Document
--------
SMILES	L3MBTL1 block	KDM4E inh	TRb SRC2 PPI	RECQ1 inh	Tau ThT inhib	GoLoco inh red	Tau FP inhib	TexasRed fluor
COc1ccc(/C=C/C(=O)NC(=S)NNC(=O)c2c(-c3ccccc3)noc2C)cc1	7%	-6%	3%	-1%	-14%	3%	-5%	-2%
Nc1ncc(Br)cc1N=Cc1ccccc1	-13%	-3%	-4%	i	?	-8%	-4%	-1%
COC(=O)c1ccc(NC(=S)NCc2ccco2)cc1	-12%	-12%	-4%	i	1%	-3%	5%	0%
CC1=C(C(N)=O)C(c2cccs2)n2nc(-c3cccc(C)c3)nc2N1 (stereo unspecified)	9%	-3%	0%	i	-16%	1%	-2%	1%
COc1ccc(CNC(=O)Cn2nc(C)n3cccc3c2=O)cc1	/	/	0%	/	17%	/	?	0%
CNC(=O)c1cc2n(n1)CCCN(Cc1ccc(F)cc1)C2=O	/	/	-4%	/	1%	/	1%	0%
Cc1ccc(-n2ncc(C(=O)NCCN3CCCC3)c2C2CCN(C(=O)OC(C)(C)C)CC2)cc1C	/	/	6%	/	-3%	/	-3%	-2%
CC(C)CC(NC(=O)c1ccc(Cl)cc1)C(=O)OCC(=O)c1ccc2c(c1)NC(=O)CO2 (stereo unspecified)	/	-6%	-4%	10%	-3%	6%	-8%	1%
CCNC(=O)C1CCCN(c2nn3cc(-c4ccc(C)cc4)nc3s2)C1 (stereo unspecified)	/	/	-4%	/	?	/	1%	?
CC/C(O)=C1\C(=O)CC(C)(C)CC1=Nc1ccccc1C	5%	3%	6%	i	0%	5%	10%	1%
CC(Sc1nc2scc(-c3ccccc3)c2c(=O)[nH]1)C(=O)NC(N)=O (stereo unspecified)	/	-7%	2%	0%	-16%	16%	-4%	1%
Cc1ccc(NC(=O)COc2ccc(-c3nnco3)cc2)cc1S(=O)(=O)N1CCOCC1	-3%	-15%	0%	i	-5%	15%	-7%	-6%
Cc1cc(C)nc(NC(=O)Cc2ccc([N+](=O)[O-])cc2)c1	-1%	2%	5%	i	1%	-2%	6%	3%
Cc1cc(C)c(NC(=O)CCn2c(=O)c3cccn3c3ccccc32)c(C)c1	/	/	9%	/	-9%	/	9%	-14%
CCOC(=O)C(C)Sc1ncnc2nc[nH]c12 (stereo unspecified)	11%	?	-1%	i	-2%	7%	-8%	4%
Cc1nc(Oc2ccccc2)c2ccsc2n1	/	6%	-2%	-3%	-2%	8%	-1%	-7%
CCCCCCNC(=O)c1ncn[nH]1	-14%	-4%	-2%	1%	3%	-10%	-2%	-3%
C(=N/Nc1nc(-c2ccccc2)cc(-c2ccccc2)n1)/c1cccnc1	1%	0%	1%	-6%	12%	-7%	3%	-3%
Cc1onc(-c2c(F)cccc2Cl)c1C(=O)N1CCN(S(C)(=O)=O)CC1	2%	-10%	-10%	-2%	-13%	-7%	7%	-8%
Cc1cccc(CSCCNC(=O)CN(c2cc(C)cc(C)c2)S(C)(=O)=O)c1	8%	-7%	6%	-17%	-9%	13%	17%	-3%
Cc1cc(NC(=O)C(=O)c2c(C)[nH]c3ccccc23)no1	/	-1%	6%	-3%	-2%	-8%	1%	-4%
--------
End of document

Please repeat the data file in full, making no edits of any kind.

SMILES	L3MBTL1 block	KDM4E inh	TRb SRC2 PPI	RECQ1 inh	Tau ThT inhib	GoLoco inh red	Tau FP inhib	TexasRed fluor
COc1ccc(/C=C/C(=O)NC(=S)NNC(=O)c2c(-c3ccccc3)noc2C)cc1	7%	-6%	3%	-1%	-14%	3%	-5%	-2%
Nc1ncc(Br)cc1N=Cc1ccccc1	-13%	-3%	-4%	i	?	-8%	-4%	-1%
COC(=O)c1ccc(NC(=S)NCc2ccco2)cc1	-12%	-12%	-4%	i	1%	-3%	5%	0%
CC1=C(C(N)=O)C(c2cccs2)n2nc(-c3cccc(C)c3)nc2N1 (stereo unspecified)	9%	-3%	0%	i	-16%	1%	-2%	1%
COc1ccc(CNC(=O)Cn2nc(C)n3cccc3c2=O)cc1	/	/	0%	/	17%	/	?	0%
CNC(=O)c1cc2n(n1)CCCN(Cc1ccc(F)cc1)C2=O	/	/	-4%	/	1%	/	1%	0%
Cc1ccc(-n2ncc(C(=O)NCCN3CCCC3)c2C2CCN(C(=O)OC(C)(C)C)CC2)cc1C	/	/	6%	/	-3%	/	-3%	-2%
CC(C)CC(NC(=O)c1ccc(Cl)cc1)C(=O)OCC(=O)c1ccc2c(c1)NC(=O)CO2 (stereo unspecified)	/	-6%	-4%	10%	-3%	6%	-8%	1%
CCNC(=O)C1CCCN(c2nn3cc(-c4ccc(C)cc4)nc3s2)C1 (stereo unspecified)	/	/	-4%	/	?	/	1%	?
CC/C(O)=C1\C(=O)CC(C)(C)CC1=Nc1ccccc1C	5%	3%	6%	i	0%	5%	10%	1%
CC(Sc1nc2scc(-c3ccccc3)c2c(=O)[nH]1)C(=O)NC(N)=O (stereo unspecified)	/	-7%	2%	0%	-16%	16%	-4%	1%
Cc1ccc(NC(=O)COc2ccc(-c3nnco3)cc2)cc1S(=O)(=O)N1CCOCC1	-3%	-15%	0%	i	-5%	15%	-7%	-6%
Cc1cc(C)nc(NC(=O)Cc2ccc([N+](=O)[O-])cc2)c1	-1%	2%	5%	i	1%	-2%	6%	3%
Cc1cc(C)c(NC(=O)CCn2c(=O)c3cccn3c3ccccc32)c(C)c1	/	/	9%	/	-9%	/	9%	-14%
CCOC(=O)C(C)Sc1ncnc2nc[nH]c12 (stereo unspecified)	11%	?	-1%	i	-2%	7%	-8%	4%
Cc1nc(Oc2ccccc2)c2ccsc2n1	/	6%	-2%	-3%	-2%	8%	-1%	-7%
CCCCCCNC(=O)c1ncn[nH]1	-14%	-4%	-2%	1%	3%	-10%	-2%	-3%
C(=N/Nc1nc(-c2ccccc2)cc(-c2ccccc2)n1)/c1cccnc1	1%	0%	1%	-6%	12%	-7%	3%	-3%
Cc1onc(-c2c(F)cccc2Cl)c1C(=O)N1CCN(S(C)(=O)=O)CC1	2%	-10%	-10%	-2%	-13%	-7%	7%	-8%
Cc1cccc(CSCCNC(=O)CN(c2cc(C)cc(C)c2)S(C)(=O)=O)c1	8%	-7%	6%	-17%	-9%	13%	17%	-3%
Cc1cc(NC(=O)C(=O)c2c(C)[nH]c3ccccc23)no1	/	-1%	6%	-3%	-2%	-8%	1%	-4%